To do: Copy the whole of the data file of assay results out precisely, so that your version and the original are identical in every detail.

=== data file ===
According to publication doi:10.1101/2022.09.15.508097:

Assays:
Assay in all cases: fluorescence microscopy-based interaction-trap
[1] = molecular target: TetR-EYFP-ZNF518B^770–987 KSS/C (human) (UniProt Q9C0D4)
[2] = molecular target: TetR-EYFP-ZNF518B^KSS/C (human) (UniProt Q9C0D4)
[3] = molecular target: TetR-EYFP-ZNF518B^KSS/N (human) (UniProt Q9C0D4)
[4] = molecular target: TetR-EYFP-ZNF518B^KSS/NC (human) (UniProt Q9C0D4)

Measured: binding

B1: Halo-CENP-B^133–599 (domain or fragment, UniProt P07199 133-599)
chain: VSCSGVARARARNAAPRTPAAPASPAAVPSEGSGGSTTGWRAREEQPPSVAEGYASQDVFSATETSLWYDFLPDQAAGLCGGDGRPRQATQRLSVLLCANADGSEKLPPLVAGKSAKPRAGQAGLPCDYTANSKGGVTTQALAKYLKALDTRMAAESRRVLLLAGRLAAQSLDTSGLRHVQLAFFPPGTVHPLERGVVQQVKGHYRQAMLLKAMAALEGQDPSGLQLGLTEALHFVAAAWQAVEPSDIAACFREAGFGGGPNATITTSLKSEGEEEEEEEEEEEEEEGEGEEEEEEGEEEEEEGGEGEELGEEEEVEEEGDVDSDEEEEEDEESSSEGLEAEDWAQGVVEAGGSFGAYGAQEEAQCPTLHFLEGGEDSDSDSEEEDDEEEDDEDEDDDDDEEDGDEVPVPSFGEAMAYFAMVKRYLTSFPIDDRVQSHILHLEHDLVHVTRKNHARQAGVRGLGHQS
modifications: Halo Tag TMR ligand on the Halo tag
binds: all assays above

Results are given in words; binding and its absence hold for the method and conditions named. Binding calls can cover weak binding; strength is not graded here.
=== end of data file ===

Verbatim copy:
According to publication doi:10.1101/2022.09.15.508097:

Assays:
Assay in all cases: fluorescence microscopy-based interaction-trap
[1] = molecular target: TetR-EYFP-ZNF518B^770–987 KSS/C (human) (UniProt Q9C0D4)
[2] = molecular target: TetR-EYFP-ZNF518B^KSS/C (human) (UniProt Q9C0D4)
[3] = molecular target: TetR-EYFP-ZNF518B^KSS/N (human) (UniProt Q9C0D4)
[4] = molecular target: TetR-EYFP-ZNF518B^KSS/NC (human) (UniProt Q9C0D4)

Measured: binding

B1: Halo-CENP-B^133–599 (domain or fragment, UniProt P07199 133-599)
chain: VSCSGVARARARNAAPRTPAAPASPAAVPSEGSGGSTTGWRAREEQPPSVAEGYASQDVFSATETSLWYDFLPDQAAGLCGGDGRPRQATQRLSVLLCANADGSEKLPPLVAGKSAKPRAGQAGLPCDYTANSKGGVTTQALAKYLKALDTRMAAESRRVLLLAGRLAAQSLDTSGLRHVQLAFFPPGTVHPLERGVVQQVKGHYRQAMLLKAMAALEGQDPSGLQLGLTEALHFVAAAWQAVEPSDIAACFREAGFGGGPNATITTSLKSEGEEEEEEEEEEEEEEGEGEEEEEEGEEEEEEGGEGEELGEEEEVEEEGDVDSDEEEEEDEESSSEGLEAEDWAQGVVEAGGSFGAYGAQEEAQCPTLHFLEGGEDSDSDSEEEDDEEEDDEDEDDDDDEEDGDEVPVPSFGEAMAYFAMVKRYLTSFPIDDRVQSHILHLEHDLVHVTRKNHARQAGVRGLGHQS
modifications: Halo Tag TMR ligand on the Halo tag
binds: all assays above

Results are given in words; binding and its absence hold for the method and conditions named. Binding calls can cover weak binding; strength is not graded here.